The NHS has launched an emergency caesarean simulator in order to help train doctors to carry out complex C-section births. The model is known by the nickname Desperate Debra. Desperate Debra as its name reflects the potential seriousness of such situations. Guy’s and St Thomas’ NHS Foundation Trust is the first to use the replica.
The model made from silicon and imitates advanced stage of labour where head of a baby gets stuck in the mother’s pelvis. To help achieve this, the manufacturers Adam, Rouilly visited a maternity ward to learn about a baby’s head and its soft areas, where the bones have yet to fuse known as the fontanelles.
Gabriel Ogwo from manufacturer Adam, Rouilly, explained making Desperate Debra was very technically challenging. They had to work closely with Guys’ and St Thomas’ and NHS Fife to ensure that they simulated lifelike movement and feel. Made of silicone and plastic, Desperate Debra consists of a pregnant abdomen, uterus and foetus, and it is possible to adjust the difficulty of delivery.
Andrew Shennan, Prof of obstetrics at Guys’ and St Thomas’ NHS Foundation Trust, stated emergency caesareans at full dilation can be challenging and dangerous. This problem is usually encountered late at night, when doctors with experience of this situation may not be available. Using Desperate Debra to help train doctors in this scenario should reduce the likelihood of serious complications for the infant and mother.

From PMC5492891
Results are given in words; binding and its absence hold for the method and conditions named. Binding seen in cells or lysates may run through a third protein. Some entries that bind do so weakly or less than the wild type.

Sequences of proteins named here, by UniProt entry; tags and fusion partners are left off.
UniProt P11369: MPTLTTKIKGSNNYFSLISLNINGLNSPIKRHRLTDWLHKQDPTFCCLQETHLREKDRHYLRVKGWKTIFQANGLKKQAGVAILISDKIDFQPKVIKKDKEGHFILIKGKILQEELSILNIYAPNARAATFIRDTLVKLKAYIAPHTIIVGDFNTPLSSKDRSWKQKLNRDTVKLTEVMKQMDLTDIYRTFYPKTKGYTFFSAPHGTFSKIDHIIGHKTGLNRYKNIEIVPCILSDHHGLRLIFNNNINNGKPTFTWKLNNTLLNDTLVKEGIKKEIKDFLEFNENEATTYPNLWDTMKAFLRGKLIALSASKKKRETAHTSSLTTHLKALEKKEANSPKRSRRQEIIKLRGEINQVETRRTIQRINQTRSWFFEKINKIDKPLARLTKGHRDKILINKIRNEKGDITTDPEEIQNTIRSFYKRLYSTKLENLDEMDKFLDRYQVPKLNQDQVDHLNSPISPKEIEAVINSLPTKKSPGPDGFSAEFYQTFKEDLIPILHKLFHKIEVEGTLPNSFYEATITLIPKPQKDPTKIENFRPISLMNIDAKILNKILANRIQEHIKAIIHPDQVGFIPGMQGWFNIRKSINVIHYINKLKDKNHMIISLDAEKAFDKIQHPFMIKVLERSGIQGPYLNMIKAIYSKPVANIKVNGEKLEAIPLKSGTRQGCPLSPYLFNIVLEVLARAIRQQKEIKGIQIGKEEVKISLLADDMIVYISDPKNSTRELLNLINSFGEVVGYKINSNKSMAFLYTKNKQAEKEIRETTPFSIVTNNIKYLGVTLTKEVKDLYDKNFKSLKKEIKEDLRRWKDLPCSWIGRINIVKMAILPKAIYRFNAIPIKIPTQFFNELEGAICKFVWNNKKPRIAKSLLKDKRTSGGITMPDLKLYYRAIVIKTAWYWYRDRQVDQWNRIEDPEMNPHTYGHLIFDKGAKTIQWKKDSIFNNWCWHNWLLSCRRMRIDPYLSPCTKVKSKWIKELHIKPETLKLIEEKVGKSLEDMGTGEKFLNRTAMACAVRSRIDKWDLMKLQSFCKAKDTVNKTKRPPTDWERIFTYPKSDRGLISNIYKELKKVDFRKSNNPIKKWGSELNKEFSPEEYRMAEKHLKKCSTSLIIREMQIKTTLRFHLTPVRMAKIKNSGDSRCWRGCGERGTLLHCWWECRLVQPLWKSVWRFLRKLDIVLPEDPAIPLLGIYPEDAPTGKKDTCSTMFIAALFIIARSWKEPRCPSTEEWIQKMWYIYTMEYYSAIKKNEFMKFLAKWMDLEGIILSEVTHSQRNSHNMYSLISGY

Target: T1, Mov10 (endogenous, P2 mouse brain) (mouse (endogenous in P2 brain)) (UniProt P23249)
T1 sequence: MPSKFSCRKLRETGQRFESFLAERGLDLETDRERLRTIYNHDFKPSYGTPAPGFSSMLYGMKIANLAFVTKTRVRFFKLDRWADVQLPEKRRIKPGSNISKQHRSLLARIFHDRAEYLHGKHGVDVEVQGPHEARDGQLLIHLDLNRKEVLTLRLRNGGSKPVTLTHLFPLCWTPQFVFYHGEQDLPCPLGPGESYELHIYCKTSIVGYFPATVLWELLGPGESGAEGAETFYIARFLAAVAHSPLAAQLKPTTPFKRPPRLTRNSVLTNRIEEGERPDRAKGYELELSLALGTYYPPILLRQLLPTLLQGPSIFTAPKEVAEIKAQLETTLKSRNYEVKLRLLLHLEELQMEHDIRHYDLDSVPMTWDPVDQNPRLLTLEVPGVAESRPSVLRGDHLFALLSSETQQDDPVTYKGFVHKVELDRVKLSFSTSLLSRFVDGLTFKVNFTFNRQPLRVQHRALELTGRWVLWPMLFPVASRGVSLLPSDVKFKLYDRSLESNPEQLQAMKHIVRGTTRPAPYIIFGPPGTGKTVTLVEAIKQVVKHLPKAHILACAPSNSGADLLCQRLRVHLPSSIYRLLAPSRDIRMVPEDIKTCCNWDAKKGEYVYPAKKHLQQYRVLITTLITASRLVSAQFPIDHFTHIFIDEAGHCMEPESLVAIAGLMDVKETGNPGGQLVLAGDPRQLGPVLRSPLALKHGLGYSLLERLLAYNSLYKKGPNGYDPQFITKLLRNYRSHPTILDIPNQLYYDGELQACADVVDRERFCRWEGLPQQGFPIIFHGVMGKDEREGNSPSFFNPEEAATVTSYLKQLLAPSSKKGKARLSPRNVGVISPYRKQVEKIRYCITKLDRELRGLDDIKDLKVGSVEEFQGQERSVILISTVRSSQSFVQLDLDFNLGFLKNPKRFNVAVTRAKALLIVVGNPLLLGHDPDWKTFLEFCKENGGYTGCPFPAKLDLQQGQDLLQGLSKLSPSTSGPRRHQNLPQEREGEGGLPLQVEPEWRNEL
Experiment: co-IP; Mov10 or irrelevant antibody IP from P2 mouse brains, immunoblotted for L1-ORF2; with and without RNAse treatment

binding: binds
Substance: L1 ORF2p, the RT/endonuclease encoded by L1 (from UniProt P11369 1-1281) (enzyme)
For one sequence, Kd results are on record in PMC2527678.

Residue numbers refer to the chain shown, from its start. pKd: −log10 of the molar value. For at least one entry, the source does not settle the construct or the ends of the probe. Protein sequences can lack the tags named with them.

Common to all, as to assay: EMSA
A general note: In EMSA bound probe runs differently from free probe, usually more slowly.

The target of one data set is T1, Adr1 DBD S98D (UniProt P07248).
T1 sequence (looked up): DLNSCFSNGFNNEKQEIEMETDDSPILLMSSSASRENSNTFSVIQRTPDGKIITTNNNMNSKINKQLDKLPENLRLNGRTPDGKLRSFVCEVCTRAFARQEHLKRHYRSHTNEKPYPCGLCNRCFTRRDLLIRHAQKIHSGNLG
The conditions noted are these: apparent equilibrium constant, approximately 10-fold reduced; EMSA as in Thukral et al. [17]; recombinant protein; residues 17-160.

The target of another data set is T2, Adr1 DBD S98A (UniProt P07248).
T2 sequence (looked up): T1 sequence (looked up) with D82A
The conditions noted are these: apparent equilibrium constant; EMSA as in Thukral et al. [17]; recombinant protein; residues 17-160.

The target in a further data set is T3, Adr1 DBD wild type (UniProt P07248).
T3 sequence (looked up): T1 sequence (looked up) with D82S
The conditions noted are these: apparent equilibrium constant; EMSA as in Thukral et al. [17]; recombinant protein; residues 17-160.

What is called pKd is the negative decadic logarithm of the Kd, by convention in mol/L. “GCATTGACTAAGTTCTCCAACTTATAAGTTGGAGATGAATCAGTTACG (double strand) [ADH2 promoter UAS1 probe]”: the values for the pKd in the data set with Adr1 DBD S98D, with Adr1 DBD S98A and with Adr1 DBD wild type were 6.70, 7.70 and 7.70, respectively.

You are caught between the devil and the deep blue sea. You cannot get the baby out normally as the mother is exhausted so it is a scary and difficult situation. An emergency caesarean is the best thing to do. Desperate Debra is amazingly realistic, exactly what it feels like.
It teaches the paradox between brute force to get the baby out, and a gentle touch as to not cause any damage to the soft tissues. There are other teaching models a bit like it, but certainly nothing that mimics the difficulty of getting a head out during a caesarean, added Prof Shennan.
Trial groups from Guy’s and St Thomas’ NHS Foundation Trust revealed that eighty percent of obstetric surgeons have experienced difficulties with the baby’s head during an emergency caesarean, while seventy percent have encountered cases where the mother or baby has died.